Friday, January 15, 2010

Odds & Ends

We won! We won!
Well, okay, we got one of six honorable mentions in the most recent
Backyard Chickens coop contest. But we were pretty excited about it. Rick deserves all the credit; he worked really hard on building our coop and altering it as unanticipated design problems emerged. You can see our entry here. Check out all the winners here. There were many great ideas and interesting coops. It’s a terrific resource for anyone thinking about building a coop.

Eggs-tra! Egg-stra!
Ever since the chickens started laying – and even before - people have been asking me for eggs and volunteering to pay for them. It seems that everyone is looking for better quality food produced in healthier conditions. I’ve given some away, but resisted selling them.

I finally realized that I was reluctant to sell them because even though I’m sure these people would be willing to pay premium prices, I’m not sure the best price I could get would really reflect the labor involved in producing the eggs. If I count only organic feed and bedding, I could break even at the Whole Foods organic eggs price – when the hens are laying every day. They’ve really slowed down since it got very cold and the days grew short.

But if you factor in all the work and money invested up until the point where they start laying – the researching, the purchase of tractor and coop materials, building said tractor and coop, caring for the chicks, cleaning pasty butts, taking them outside and back in when they are babies, getting up in winter to fill hot water bottles, cleaning poop, mucking out bedding – it goes on and on – we’re operating at a loss. The only justifications for the expense are the degree of self-sufficiency we enjoy from producing our own, that these eggs are fresher than supermarket eggs, and, I suspect, more nutritious than commercially produced organic eggs, and that the hens also produce manure (and plenty of it!) for the garden.

So I decided I would only barter the eggs, perhaps in exchange for some home-grown organically produced vegetables that I wasn’t growing myself; or, for some fish! Our friends John and Barb, lifelong Wisconsin residents actually love ice fishing. Last year John gave us a beautiful bass that was the most delicious fish I’d had in years. I don’t know whether it was the freshness that made it taste so good, but it was succulent and almost sweet.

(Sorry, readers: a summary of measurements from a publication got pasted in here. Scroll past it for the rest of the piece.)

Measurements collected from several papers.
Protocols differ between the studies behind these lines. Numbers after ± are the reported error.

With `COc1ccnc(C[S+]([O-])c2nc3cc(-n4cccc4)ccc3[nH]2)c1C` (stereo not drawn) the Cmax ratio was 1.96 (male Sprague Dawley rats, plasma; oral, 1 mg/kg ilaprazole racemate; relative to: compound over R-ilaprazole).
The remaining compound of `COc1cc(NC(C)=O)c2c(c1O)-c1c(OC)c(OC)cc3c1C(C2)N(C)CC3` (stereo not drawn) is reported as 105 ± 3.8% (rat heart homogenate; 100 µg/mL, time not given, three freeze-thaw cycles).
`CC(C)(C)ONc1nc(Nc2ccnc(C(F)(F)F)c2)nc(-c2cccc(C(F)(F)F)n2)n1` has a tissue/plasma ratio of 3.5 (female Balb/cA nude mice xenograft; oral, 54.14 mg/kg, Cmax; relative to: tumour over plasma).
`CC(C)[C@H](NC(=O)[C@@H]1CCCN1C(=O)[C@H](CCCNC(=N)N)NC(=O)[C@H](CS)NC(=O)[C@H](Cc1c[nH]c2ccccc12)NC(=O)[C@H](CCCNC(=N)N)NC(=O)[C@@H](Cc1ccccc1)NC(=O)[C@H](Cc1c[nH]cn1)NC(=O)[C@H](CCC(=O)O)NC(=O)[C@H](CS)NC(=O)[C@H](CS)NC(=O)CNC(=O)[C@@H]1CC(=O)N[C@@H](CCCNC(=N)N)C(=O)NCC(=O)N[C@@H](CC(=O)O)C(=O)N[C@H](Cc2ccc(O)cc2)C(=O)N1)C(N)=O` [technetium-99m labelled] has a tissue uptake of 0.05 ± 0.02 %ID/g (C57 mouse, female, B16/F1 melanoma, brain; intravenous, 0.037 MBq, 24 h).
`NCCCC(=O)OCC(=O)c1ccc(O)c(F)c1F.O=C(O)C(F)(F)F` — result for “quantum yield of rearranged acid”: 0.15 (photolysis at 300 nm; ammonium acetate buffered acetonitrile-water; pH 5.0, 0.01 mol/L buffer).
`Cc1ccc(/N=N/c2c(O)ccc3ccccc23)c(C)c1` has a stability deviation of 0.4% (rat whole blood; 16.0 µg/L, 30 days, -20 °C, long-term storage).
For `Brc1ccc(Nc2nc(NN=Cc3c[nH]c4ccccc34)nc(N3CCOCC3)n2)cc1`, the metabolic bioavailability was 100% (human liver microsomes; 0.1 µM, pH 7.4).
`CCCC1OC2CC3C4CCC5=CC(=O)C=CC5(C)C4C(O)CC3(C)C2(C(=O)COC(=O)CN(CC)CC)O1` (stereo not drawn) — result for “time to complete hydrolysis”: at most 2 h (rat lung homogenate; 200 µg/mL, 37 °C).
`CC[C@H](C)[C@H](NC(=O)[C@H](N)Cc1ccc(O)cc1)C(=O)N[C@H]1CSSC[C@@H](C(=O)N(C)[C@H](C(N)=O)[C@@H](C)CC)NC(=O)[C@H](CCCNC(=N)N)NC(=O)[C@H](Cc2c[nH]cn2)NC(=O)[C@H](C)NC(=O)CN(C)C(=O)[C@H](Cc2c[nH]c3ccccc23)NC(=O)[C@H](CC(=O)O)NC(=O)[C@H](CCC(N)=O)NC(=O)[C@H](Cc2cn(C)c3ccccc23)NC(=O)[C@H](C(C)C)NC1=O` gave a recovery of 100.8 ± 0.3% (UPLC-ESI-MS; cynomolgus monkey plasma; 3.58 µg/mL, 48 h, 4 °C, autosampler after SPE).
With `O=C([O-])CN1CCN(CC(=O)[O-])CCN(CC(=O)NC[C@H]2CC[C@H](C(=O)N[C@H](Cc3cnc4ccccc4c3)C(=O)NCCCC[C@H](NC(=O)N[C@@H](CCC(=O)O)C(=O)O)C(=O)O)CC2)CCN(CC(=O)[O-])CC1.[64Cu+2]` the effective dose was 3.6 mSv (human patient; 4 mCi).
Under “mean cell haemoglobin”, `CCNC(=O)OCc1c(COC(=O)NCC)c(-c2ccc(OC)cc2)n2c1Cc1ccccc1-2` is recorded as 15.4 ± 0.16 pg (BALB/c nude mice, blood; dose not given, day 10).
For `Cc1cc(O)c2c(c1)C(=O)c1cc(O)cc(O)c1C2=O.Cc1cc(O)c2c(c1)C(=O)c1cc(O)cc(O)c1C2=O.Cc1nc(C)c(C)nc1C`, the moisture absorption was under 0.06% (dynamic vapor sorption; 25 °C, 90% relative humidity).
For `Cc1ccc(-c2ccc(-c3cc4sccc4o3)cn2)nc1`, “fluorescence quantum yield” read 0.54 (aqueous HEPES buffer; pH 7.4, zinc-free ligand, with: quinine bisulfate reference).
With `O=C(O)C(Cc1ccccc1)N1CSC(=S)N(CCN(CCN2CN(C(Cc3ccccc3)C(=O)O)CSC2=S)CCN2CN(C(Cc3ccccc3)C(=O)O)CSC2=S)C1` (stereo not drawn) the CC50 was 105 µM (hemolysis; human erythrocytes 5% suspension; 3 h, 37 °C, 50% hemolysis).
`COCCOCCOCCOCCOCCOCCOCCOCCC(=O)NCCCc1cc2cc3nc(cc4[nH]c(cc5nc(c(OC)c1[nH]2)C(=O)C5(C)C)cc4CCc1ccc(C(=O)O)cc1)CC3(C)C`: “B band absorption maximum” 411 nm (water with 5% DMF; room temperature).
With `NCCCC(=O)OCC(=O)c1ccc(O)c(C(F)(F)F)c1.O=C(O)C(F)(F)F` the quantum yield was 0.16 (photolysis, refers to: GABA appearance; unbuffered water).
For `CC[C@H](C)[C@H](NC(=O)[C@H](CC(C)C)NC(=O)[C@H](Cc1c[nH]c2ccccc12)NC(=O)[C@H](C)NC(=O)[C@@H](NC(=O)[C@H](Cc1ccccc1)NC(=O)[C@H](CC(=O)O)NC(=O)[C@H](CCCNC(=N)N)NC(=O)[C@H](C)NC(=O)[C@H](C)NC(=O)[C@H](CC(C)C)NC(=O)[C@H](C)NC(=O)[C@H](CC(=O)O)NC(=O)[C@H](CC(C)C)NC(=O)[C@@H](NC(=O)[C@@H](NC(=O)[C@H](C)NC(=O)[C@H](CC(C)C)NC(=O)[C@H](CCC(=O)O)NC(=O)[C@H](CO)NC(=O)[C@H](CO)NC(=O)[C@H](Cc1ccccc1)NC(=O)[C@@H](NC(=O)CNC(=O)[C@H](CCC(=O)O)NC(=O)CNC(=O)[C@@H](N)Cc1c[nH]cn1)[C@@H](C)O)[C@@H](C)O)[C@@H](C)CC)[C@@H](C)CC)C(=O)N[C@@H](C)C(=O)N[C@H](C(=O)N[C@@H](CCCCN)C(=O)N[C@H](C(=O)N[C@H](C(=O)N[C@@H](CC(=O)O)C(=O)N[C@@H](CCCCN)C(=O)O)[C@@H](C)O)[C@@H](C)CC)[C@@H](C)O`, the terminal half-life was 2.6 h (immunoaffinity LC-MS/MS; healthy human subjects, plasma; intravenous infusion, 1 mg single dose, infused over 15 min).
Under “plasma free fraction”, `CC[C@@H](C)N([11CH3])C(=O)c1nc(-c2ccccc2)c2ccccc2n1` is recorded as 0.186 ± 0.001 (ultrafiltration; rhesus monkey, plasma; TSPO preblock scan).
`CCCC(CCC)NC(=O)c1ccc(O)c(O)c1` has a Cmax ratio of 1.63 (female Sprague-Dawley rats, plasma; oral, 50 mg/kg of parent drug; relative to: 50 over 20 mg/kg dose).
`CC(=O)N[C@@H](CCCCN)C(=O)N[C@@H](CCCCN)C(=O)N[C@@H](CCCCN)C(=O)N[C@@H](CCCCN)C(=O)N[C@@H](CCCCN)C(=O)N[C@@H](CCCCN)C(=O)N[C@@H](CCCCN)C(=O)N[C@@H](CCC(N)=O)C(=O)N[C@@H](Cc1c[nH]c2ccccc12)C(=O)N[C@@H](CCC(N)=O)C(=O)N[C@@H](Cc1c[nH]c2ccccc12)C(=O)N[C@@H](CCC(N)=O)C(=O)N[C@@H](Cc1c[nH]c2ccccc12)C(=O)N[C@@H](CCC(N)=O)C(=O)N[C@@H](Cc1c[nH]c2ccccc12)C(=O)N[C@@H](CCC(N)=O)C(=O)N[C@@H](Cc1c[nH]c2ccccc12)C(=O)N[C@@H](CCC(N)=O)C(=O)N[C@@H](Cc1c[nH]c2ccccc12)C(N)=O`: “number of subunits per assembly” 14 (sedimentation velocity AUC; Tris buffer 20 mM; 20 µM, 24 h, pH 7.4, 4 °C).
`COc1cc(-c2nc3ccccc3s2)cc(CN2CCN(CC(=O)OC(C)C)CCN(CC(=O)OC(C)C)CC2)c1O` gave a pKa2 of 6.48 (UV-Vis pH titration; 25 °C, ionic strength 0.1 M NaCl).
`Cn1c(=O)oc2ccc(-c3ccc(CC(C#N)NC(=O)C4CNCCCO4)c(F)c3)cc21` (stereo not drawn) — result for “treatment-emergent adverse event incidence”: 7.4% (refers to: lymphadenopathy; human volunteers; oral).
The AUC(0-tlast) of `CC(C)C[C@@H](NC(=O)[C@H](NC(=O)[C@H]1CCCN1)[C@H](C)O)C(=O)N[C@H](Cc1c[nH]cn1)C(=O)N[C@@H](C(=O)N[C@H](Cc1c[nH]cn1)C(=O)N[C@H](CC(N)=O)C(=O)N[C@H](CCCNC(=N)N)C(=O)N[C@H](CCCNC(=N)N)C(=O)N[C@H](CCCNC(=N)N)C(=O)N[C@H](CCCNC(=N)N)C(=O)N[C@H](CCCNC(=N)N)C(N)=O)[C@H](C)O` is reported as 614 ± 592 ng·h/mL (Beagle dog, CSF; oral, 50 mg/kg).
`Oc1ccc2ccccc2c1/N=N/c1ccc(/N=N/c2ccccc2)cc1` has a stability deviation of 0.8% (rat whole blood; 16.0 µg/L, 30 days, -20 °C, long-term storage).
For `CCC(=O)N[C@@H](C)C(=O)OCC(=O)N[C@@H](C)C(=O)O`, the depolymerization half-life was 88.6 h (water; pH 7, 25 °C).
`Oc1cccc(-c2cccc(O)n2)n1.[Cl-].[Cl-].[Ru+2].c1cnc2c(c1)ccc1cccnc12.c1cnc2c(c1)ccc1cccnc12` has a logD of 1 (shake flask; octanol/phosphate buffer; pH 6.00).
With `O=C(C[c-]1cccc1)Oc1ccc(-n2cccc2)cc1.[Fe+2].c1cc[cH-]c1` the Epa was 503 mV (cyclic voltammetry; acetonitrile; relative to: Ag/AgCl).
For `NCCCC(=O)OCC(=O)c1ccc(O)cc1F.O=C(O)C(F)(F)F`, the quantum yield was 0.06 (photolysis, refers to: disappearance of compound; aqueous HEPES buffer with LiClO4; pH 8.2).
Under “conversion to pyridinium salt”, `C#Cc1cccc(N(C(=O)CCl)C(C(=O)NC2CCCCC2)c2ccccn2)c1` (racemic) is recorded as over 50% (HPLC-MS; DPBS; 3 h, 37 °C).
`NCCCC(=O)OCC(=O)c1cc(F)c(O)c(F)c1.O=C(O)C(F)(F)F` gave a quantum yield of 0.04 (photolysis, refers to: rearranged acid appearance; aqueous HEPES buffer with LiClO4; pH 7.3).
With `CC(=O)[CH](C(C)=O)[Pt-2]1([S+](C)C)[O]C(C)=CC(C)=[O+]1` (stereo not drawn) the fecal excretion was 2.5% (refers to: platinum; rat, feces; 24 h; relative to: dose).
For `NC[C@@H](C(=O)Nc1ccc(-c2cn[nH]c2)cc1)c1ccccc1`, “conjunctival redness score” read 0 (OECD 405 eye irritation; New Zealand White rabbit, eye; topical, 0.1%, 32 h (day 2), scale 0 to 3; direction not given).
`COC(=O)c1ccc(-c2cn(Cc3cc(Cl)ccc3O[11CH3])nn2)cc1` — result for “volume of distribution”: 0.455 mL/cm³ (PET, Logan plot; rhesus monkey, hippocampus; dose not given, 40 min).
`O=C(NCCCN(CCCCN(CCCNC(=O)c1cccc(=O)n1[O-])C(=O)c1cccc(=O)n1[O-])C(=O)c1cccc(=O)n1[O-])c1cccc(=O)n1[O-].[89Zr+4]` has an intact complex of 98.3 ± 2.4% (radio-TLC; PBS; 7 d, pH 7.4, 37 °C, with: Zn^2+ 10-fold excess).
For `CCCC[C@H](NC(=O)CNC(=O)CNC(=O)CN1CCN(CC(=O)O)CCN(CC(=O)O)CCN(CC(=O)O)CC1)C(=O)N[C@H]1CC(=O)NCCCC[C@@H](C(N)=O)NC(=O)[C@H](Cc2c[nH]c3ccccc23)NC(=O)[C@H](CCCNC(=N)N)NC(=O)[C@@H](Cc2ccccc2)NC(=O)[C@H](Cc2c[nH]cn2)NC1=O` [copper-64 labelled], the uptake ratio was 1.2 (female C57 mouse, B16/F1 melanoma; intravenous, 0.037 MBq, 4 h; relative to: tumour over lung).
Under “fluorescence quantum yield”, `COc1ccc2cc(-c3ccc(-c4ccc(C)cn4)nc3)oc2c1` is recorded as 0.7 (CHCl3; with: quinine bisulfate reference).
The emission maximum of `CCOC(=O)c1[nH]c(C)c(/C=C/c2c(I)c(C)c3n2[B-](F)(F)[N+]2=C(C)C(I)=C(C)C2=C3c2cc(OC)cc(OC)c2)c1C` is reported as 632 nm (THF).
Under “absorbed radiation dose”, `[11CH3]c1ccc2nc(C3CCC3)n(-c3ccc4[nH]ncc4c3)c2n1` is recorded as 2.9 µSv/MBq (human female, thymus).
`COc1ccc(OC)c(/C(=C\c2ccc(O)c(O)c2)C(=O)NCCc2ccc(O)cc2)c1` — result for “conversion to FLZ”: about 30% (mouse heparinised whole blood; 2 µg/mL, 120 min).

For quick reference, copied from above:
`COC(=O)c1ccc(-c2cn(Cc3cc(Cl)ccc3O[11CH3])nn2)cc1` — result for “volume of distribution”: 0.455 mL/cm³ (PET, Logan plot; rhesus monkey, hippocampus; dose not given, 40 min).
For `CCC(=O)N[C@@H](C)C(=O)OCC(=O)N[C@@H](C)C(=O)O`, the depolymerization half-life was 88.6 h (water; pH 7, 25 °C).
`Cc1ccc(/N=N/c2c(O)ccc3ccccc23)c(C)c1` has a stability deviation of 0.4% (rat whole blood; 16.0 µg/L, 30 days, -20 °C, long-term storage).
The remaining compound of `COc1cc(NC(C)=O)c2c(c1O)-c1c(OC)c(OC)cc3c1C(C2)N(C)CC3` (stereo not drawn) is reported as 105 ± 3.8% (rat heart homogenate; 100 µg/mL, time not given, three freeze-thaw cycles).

You’ll never catch me out on the frozen tundra, drilling a hole through ice, setting up tip-ups, and shivering while I wait for the fish to take the bait. I’ve cleaned fish before, when I was a girl (interestingly enough, when Dad took us on vacation to Wisconsin), but that’s another activity I’d like to avoid. So trading eggs for fish is a no-brainer. John just gave us our first bass of the season. I’m looking forward to beer-battered fish and chips for dinner tomorrow.

Mean Girls
After Little Jerry left, we had a period of d├ętente, when the girls appeared to stop fighting. We put bag balm on their combs to help heal their scrapes, treat the dry white patches from the winter cold, and prevent frostbite. Almost as soon as their combs were beautifully red and restored to nearly perfect, the pecking started up once again.

I was afraid of this; afraid that once we got rid of Little Jerry, someone else would assume the bully role. Astonishingly enough, that individual turned out to be Amelia, who I once described as our sweetest chicken. We’ve caught her picking on Tracy, the lone remaining Rhode Island Red, more than once, chasing her off treats or away from anywhere Amelia thinks is her domain. This morning was the first time I saw the tell-tale scrapes on Tracy’s comb. Judging by Amelia’s comb, Tracy gave as good as she got.

Still, Tracy has for days wandered around looking downtrodden. It makes me sad. Tracy has always been a good chicken; perhaps not the friendliest, but the first and best layer, eager to eat her greens, (Batgirl prefers cracked corn – not the best diet) and very healthy.

What is it with these chickens? They’ve got plenty of room; why can’t they just get along? It seems like the trouble starts between hens of different breeds. Little Jerry always left Tracy alone and went after Amelia and Batgirl, the Barred Rocks. Now Amelia is going after the remaining Red. We had already decided that we’d never mix breeds again, at least not in tiny backyard setting. But what if I get rid of Tracy, and Amelia starts in on Batgirl?

How do these chickens know which is their own kind, anyway? They don’t have any mirrors in there. Do they look down at themselves to figure who is Star-belly Sneetch and who is not? (Old Dr. Suess reference, for those too young to remember. I don’t know whether kids read Dr. Suess anymore.)

The funny thing is, when I told Rick his fave was bullying, he immediately started making excuses for her. Maybe she needed something to do; more greens or corn, he said. “I gave them greens yesterday morning (and the afternoon prior), and the seed ball yesterday afternoon,” I reminded him. “I always put the greens in two suet cages, even if I can’t fill them, just to separate the chickens,” I went on. “I gave them greens this a.m. and am planning to pop them some popcorn today.”

How much more do I have to do to entertain these silly birds? We all have cabin fever in winter. I guess my next step is getting them a treat from the pet store this week-end. I’ve read online of people buying crickets at the pet store for their chickens to chase after and eat. This week-end it will be warm enough (with a high of almost 40F!) that the crickets won’t die right away. Or I might stop by a bait shop and get some worms. Maybe if they’re pecking at some other beast they’ll leave their roomies alone.

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